I will be honest, the nearest I think I have come to a square monitor is the 1024x768 panel I use as a tiny second screen on my main computer. When I first saw EIZO’s press release regarding this new 1920x1920 monitor it took me aback, imagining what it might feel like to actually use. The consumer monitor market is expanding to various screen sizes, usually following 16:9, 16:10 or 21:9 for the most part. But after a few minutes, I realized that non-standard monitor sizes are most likely abundant in various industries, such as medical, when they are designed for a specific purpose and quality. So while a 1:1 monitor is something interesting to see in the consumer space, perhaps it might not be so new when considering industrial use scenarios. That all being said, it would be interesting to see this one in the flesh.

1920x1920 means 3.7 megapixels, the same as 2560x1440. This compares to the regular desktop sizes of 1080p (2MP), 1200p (2.3MP), 3200x1800 (5.8MP) and 2160p (8.3MP), which indicates that if this monitor were to be used for gaming, performance would put it directly in the 1440p category. That being said, EIZO is not exactly targeting this monitor for gaming. The more vertical space provided is better suited to writers, coders or CAD who require many items on the screen at once, often side by side. As an editor, I often have an image on one side of my screen while writing my reviews on the other, so I can certainly see this marketing angle.

The basic specification list gives the IPS-based EV2730Q as a 16.8 million color display with 178 degree viewing angles, a 300 nit brightness, a 1000:1 contrast ratio and 5ms gray-to-gray response time. Video inputs are via DisplayPort and a dual-link DVI-D, with a maximum refresh rate of 60 Hz. Two 1W speakers are built in, along with a 2-port USB 2.0 hub. 100mm VESA is supported with 344º of swivel and 35º/5º of tilt. Height is also adjustable. 

The button controls are on the front of the panel, and EIZO gives three profiles called sRGB, Movie and Paper along with two user customizable profiles. The Paper profile is designed to reduce the amount of blue in an image to prevent eyestrain while reading or coding against a white background. A feature called Auto Ecoview can detect the ambient light level and adjust the screen’s brightness to reduce eyestrain and power. This can also detect when a user leaves the desk to power down the monitor, with power on when the user returns.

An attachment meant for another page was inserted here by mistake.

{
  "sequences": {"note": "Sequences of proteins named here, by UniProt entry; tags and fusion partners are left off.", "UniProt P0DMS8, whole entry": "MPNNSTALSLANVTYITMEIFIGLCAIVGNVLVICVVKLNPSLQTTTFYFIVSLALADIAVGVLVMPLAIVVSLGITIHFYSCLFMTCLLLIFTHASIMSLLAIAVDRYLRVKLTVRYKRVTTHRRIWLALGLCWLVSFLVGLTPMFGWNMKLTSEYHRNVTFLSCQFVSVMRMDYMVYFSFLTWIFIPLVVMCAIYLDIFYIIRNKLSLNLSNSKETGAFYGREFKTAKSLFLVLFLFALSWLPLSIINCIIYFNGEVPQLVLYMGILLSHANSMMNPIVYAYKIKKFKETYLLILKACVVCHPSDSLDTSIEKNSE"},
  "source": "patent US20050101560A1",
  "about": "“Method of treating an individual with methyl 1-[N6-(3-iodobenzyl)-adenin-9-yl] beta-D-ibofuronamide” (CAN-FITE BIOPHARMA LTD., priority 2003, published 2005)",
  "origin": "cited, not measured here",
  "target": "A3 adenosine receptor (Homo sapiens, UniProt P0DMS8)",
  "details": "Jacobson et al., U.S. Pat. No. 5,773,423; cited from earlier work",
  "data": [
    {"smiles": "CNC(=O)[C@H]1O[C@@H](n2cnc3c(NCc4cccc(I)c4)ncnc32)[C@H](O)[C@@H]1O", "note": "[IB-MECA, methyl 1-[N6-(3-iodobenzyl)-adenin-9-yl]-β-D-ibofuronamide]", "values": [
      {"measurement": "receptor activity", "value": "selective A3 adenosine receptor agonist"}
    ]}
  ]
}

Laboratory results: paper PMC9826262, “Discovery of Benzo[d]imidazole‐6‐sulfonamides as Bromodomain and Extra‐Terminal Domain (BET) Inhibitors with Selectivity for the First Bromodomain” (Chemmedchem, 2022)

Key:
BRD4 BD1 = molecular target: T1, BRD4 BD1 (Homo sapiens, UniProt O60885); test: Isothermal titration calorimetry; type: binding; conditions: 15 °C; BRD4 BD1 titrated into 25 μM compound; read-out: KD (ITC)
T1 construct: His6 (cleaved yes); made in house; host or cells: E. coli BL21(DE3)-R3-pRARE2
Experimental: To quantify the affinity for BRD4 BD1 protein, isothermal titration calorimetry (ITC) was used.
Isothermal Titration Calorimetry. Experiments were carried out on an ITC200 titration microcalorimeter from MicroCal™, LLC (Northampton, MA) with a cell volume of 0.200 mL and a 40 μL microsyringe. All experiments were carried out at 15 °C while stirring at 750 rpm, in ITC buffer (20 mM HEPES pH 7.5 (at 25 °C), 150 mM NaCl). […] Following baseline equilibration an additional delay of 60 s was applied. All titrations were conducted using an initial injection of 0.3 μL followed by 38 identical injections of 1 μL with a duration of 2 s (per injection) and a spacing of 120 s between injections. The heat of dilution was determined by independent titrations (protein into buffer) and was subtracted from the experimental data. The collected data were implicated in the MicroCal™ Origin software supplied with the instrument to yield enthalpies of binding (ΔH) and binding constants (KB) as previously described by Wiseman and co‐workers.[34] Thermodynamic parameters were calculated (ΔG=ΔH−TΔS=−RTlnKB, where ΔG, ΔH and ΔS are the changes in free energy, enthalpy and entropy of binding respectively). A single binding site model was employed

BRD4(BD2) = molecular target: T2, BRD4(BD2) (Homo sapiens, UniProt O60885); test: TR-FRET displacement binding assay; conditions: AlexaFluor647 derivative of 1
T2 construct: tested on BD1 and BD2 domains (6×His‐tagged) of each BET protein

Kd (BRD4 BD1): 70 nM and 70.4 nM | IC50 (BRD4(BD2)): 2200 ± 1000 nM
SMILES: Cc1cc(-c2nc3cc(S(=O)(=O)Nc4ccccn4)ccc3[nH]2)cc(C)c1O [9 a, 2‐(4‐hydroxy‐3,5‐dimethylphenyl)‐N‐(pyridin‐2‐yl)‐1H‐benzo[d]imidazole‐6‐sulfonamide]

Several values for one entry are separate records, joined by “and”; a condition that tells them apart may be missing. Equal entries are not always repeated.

We are contacting EIZO to find what markets the EV2730Q will be sold in as well as the prices. EIZO has announced that the monitor will be available from Q1 in 2015, but this will vary by country. With any luck, it will be on display at CES.

Source: EIZO via TFTCentral

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  • JeffFlanagan - Wednesday, November 19, 2014 - link

    >Yeah, portrait mode for coding is a no brainer...

    Only if you're coding in a text editor. If you're using an IDE, landscape is much better to allow room for both your code in the middle and tools on the left and right.
    Reply
  • ecuador - Wednesday, November 19, 2014 - link

    Eh, you're doing it wrong. Text window for coding on the portrait mode monitor, tools etc on the second (landscape mode) monitor. Reply
  • p1esk - Wednesday, November 19, 2014 - link

    I'm coding in iPython and Visual Studio. Code on one monitor, output on another. Reply
  • Walkeer - Monday, December 01, 2014 - link

    true, but the taller the screen is, the more code you can see...so square is ideal Reply
  • mickulty - Saturday, November 22, 2014 - link

    Conversely, snapped to one side of a 27" 1440p monitor I can confirm it works brilliantly. Reply
  • dsraa - Thursday, November 20, 2014 - link

    In refrance to older monitors, 1280x1024 WAS the standard and BEST resolution for doing work on documents and spreadsheets. People loved that resolution a few years back, and when I started replacing the old monitors with the new 1366x768 monitors......oh man was there chaos. People hate the new default of 1366x768.....especially to do any work on. Immediately it felt like people lost 1/3 of their work screen view. and it was true.

    So anyways, I am glad somebody is moving back towards a square design.
    Reply
  • MrSpadge - Thursday, November 20, 2014 - link

    The problem is not that 1366x768 is not square, it's that you gave them 1366x768 screens rather than at least 1680x1050 to replace 1280x1024 screens. Reply
  • magreen - Friday, November 21, 2014 - link

    Correct. Reply
  • dsraa - Friday, November 21, 2014 - link

    Nope, budget was the problem, we bought the cheap entry level 'dell' 20' monitors. They looked nice, and had good refresh rates, but the 1366x768 resolution was horrible on those monitors. Where you could see a full document, or almost full document on a 1280x1024, on 1366x768 it showed up on only half. Same with web pages, or excel spreadsheets. Horrible ideas. Reply
  • phoenix_rizzen - Thursday, November 27, 2014 - link

    Yeah, exactly. One dimension increased by a handful of pixels, the other dimension shrunk by a lot of pixels. And it's that shrinkage that's the problem, and makes a 1366x768 monitor seem cramped.

    When we were upgrading monitors at work from 17" 1280x1024, we spent a lot of time looking for monitors with at least 1024 vertical pixels. Anything with less than that was excluded automatically from the list. Took awhile to find decent monitors, and ended up with 27" 1080p monitors.

    There's nothing inherently wrong with widescreen monitors. But they aren't an upgrade if one of the dimensions loses pixels compared to what it's replacing.
    Reply

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